The former Children’s Commissioner for England has spoken of “shocking” accounts from teachers that suicide attempts and self-harm are now “just part and parcel of everyday life in a school”.
Anne Longfield told peers that there is a large legacy of children with increased mental health needs in the wake of the coronavirus pandemic.
She told the Children and Families Act 2014 Committee: “The numbers … they’re just enormous. I’ve been struck over recent weeks about the number of teachers that have told me that suicide attempts, self-harm are just part and parcel of everyday life in a school now, in a really quite shocking way.”
The former Children’s Commissioner was being questioned on challenges facing children and young people and the progress being made to tackle these.
Ms Longfield, who now heads up the Commission on Young Lives, said youth workers in schools helping children who are experiencing difficulties tell her they are experiencing more extreme and more frequent incidents.
They are also increasingly working with parents, she said.
Noting that funding for youth services has plunged, Ms Longfield says she wants to see an “army” of youth workers inspiring children and “getting them back to the place they want to be”.
At the time she was concerned that such children were slipping from sight, with social services referrals falling by half at its peak, with some of the impact of this “sadly” being seen now.
During her time in office she recalled facing “silos inside silos”, poor data sharing and a lack of long-term strategic funding.
And she said that “now more than ever” a children’s minister at cabinet level is needed.
She added: “I think we can see from the level of need that we have in so many children now, where anxiety’s through the roof, that actually it’s only going in one direction.”
Also giving evidence was the current Children’s Commissioner, Dame Rachel de Souza.
She said her survey of children in England, The Big Ask, found “their number one, their deepest concern” was about their mental health and wellbeing.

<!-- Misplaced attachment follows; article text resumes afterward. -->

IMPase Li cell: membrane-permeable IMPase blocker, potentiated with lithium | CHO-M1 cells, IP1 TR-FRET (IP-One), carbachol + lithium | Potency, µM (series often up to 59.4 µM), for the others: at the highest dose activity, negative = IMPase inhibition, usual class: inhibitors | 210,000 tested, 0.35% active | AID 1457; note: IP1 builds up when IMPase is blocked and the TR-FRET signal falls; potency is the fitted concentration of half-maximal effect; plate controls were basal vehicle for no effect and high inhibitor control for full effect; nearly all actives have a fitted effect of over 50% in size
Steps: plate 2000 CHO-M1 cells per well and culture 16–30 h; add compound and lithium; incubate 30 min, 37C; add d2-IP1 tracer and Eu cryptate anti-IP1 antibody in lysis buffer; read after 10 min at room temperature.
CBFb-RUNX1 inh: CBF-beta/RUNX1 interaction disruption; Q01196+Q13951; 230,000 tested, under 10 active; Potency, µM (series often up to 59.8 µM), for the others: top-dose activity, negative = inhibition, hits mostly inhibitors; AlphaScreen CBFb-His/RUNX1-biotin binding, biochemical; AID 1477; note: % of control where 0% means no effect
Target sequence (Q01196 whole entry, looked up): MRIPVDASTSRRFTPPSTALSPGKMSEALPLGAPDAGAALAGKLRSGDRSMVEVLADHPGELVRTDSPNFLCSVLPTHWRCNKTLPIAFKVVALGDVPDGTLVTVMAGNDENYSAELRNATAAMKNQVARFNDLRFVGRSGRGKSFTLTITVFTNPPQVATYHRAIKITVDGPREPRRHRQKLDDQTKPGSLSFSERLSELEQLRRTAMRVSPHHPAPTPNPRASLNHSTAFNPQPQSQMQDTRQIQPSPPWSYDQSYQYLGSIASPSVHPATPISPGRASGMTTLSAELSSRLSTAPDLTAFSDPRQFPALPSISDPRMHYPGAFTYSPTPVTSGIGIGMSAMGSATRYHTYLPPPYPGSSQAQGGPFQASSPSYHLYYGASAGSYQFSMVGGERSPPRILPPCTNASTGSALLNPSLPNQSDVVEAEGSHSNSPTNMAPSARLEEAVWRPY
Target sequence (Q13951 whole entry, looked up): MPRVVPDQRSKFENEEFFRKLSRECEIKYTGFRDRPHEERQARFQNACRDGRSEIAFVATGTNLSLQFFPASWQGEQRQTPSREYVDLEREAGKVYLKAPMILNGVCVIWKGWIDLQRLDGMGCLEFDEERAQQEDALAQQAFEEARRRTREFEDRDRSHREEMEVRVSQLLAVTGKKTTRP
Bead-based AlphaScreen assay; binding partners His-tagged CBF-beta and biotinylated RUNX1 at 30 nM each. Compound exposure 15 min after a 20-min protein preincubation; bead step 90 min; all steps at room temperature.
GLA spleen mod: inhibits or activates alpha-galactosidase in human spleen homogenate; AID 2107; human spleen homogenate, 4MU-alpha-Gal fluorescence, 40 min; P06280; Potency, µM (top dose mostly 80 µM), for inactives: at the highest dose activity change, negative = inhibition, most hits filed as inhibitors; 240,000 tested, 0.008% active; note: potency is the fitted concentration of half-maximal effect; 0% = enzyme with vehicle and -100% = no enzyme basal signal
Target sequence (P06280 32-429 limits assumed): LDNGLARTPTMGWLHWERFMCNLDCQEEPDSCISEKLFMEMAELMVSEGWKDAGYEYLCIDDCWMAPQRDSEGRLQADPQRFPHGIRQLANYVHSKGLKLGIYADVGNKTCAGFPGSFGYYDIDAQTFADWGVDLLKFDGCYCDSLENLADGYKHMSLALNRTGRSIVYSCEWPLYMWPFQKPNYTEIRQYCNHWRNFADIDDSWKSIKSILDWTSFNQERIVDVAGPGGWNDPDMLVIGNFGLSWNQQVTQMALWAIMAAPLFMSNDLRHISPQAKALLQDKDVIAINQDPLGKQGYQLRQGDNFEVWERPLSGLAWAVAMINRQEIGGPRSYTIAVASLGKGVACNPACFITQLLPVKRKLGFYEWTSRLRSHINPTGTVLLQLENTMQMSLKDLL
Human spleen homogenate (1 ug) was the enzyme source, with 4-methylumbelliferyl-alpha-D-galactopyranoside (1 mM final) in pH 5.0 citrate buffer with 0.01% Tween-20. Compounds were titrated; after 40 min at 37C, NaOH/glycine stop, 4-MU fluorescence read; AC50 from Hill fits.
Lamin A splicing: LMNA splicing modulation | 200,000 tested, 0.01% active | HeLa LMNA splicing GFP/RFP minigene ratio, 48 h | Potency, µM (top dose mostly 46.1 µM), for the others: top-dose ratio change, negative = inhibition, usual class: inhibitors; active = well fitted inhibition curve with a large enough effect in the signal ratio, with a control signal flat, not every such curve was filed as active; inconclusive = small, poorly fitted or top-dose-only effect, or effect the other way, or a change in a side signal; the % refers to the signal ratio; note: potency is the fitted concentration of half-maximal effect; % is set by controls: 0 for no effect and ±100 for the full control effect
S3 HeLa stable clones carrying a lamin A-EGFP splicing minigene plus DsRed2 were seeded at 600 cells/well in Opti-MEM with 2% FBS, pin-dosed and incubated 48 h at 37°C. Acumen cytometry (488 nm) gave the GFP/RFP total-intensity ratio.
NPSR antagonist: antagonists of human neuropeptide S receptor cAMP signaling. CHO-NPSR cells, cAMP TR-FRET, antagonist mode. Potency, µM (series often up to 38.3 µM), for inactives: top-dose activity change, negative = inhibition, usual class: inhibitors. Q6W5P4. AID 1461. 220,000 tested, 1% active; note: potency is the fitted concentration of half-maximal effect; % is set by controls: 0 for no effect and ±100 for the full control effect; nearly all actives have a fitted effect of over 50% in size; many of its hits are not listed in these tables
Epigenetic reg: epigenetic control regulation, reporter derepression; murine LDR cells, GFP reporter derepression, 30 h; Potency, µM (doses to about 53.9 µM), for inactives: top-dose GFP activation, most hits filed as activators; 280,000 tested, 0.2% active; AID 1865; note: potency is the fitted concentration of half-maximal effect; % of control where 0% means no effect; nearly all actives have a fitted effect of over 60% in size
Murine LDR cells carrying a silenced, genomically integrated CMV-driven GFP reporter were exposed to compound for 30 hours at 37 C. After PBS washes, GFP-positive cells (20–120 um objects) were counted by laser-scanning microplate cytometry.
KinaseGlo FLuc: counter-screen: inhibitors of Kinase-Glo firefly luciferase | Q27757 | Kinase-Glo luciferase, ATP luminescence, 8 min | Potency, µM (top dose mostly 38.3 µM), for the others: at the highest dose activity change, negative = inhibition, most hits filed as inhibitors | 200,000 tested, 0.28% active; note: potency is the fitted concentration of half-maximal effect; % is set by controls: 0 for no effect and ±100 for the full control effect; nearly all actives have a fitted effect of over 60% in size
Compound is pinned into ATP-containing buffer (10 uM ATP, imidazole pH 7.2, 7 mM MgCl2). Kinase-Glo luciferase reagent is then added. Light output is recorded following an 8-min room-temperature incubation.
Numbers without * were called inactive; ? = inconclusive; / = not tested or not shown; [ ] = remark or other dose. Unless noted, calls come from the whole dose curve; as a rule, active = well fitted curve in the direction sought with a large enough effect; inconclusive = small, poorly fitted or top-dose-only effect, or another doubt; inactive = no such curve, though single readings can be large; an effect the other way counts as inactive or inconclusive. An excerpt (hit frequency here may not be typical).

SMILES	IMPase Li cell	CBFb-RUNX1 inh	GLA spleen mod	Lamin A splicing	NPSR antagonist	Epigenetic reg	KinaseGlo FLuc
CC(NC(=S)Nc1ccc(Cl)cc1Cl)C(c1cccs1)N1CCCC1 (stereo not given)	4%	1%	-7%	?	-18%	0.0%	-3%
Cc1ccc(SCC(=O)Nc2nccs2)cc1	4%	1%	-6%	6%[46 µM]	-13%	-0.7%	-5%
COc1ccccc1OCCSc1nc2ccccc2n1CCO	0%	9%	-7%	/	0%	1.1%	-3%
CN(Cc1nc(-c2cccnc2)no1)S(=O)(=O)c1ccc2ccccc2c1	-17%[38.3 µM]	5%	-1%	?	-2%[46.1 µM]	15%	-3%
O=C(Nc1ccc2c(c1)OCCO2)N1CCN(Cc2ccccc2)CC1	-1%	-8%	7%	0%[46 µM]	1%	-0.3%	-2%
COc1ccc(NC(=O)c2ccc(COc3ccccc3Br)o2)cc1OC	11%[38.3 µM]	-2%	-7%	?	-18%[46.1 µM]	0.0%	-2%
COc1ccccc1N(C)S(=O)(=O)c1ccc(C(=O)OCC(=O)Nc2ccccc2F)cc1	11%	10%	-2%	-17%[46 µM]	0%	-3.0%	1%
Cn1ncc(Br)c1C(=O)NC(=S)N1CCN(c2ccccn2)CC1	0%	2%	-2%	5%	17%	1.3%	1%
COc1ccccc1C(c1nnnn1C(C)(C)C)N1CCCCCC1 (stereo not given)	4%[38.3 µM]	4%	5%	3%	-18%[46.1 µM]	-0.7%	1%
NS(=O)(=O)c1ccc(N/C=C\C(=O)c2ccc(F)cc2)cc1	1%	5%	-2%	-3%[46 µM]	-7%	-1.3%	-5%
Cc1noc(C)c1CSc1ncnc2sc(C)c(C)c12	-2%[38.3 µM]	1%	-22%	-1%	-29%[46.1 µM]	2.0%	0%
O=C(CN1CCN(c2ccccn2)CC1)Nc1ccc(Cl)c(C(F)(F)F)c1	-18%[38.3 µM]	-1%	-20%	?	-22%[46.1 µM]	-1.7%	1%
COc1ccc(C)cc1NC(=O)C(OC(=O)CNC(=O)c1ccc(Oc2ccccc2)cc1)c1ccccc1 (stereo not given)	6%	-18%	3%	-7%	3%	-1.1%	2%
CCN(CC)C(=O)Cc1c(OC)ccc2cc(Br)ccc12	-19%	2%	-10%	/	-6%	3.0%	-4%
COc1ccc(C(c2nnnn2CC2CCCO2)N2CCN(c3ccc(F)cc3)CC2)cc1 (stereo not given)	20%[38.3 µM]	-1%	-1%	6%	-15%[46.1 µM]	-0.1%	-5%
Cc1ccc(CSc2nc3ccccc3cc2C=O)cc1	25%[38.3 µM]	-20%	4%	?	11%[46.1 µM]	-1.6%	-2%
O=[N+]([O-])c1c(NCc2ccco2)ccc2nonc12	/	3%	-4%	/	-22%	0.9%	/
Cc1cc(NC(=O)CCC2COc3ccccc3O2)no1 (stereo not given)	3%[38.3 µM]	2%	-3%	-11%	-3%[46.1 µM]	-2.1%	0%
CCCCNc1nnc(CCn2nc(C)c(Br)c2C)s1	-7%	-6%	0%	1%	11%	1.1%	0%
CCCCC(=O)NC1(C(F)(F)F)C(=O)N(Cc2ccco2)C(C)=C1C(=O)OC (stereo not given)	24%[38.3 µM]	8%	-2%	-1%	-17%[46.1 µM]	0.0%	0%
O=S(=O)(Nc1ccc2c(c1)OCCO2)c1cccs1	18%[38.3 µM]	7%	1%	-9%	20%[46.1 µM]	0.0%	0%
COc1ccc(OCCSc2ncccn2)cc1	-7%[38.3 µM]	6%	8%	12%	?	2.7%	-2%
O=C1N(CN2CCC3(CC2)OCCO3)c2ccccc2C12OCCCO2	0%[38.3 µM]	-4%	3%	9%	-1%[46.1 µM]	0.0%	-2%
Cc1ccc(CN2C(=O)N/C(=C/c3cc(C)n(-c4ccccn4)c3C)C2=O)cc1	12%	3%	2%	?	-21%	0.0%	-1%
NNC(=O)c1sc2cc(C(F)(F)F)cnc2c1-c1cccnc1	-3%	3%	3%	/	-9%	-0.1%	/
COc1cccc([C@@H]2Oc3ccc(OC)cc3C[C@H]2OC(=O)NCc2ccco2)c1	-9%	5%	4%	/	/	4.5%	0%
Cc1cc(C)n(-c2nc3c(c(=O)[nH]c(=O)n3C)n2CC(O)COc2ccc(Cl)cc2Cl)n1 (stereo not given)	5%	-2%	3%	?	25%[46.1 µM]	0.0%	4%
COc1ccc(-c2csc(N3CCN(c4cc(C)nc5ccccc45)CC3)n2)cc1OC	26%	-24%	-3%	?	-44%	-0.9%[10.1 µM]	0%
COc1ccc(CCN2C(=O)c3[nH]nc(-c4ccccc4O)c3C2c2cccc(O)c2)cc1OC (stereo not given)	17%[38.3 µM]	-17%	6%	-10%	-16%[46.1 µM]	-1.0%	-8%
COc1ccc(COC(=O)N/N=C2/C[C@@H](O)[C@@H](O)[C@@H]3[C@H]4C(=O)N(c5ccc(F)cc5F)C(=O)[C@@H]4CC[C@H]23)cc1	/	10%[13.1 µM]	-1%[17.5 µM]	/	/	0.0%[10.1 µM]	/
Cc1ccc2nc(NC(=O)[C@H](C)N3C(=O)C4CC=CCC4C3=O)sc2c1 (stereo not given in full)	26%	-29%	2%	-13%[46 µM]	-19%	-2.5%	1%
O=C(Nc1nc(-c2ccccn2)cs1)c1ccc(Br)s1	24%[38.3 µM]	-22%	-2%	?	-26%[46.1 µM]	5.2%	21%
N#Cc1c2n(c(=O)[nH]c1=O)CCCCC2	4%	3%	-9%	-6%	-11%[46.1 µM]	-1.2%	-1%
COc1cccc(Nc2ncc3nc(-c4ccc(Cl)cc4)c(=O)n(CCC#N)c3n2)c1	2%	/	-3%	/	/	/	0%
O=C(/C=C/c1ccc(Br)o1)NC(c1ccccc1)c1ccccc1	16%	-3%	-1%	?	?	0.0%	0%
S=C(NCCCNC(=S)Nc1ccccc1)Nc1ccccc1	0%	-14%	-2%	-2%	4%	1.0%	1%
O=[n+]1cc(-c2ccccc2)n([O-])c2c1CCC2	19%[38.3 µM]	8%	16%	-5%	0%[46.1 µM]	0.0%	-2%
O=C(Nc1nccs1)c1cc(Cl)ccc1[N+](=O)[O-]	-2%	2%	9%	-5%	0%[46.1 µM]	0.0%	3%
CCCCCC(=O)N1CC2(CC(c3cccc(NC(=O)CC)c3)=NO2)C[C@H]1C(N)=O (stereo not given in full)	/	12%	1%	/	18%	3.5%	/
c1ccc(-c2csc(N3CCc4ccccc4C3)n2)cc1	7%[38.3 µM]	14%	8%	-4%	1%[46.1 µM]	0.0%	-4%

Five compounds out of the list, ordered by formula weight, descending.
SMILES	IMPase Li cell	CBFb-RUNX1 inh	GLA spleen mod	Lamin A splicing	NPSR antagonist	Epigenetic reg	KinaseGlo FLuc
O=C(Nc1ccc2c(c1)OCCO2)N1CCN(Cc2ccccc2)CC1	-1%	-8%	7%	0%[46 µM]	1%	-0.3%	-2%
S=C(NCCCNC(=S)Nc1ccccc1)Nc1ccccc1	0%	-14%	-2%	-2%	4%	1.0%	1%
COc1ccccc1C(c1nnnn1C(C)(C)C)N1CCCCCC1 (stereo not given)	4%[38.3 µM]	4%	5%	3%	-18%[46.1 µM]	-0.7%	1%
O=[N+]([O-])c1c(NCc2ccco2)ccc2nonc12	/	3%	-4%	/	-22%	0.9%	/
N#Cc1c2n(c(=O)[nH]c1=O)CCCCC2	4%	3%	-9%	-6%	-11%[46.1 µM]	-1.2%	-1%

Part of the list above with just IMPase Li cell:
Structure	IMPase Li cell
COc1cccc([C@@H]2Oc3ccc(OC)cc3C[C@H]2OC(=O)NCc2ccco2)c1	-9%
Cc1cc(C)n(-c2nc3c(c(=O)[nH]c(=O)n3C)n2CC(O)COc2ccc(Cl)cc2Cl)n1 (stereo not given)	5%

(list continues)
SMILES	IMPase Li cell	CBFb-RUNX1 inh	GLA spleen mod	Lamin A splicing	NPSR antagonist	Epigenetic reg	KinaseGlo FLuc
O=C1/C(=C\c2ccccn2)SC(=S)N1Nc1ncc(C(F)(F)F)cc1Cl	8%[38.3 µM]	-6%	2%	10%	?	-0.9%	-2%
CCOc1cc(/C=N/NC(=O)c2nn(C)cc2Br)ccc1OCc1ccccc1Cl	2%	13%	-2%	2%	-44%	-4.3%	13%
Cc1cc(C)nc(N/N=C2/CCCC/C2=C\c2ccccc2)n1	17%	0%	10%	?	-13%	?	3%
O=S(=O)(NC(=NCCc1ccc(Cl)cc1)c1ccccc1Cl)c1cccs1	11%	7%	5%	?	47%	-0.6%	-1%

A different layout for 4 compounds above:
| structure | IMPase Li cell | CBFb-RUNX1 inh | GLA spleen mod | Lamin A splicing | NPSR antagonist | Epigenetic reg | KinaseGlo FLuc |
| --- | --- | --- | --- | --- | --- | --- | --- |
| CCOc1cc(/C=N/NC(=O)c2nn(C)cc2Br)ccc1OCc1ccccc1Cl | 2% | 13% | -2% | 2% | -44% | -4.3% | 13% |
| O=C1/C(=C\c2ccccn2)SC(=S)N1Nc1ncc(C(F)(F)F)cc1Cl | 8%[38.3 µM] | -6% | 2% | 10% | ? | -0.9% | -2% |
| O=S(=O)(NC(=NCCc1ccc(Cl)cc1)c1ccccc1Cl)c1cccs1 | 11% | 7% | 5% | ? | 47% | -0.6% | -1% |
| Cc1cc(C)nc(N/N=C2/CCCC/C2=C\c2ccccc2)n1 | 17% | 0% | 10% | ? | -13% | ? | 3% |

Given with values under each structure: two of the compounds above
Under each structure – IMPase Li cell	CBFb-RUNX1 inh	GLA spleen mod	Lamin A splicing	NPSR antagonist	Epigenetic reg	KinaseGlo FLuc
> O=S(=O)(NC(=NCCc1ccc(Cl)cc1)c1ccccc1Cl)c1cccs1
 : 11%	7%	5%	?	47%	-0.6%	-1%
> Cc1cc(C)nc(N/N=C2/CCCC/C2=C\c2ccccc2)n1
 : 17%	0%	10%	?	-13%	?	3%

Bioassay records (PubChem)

She said she is concerned children with more serious vulnerabilities have seen these exacerbated by the pandemic, and about children and adolescent mental health services (Camhs).
Waiting times for these services are coming down but there is still too much variation across local areas, she said.
Focus needs to be on children with “high-end” needs, she said, adding: “I think there is a really good solution emerging for general wellbeing and low to sort of medium health issues, it’s that really serious end that I’m really concerned about.”
A Government spokeswoman said: “We are supporting teachers to help children and young people to recover from the emotional impact of the pandemic, including by offering training to senior mental health leads in every state school and college by 2025.
“To support pupils with more complex needs, we have also invested an additional £79 million to expand children’s mental health services and accelerate the rollout of mental health support teams, which will give nearly three million children in England access to health experts through school or college by April 2024.”
An NSPCC spokesperson said: “The stark picture painted today by Anne Longfield sadly tallies with what we are hearing at Childline, with the service delivering tens of thousands of counselling sessions each year to children and young people who have self-harmed and are having suicidal thoughts and feelings.
“It is vital all children understand that mental health is not a taboo subject and are encouraged to speak to a trusted adult, be it a parent, teacher or a Childline counsellor, if they are starting to struggle. No child should be left to suffer in silence and be driven to harm themselves as a result of the mental turmoil there are experiencing.”
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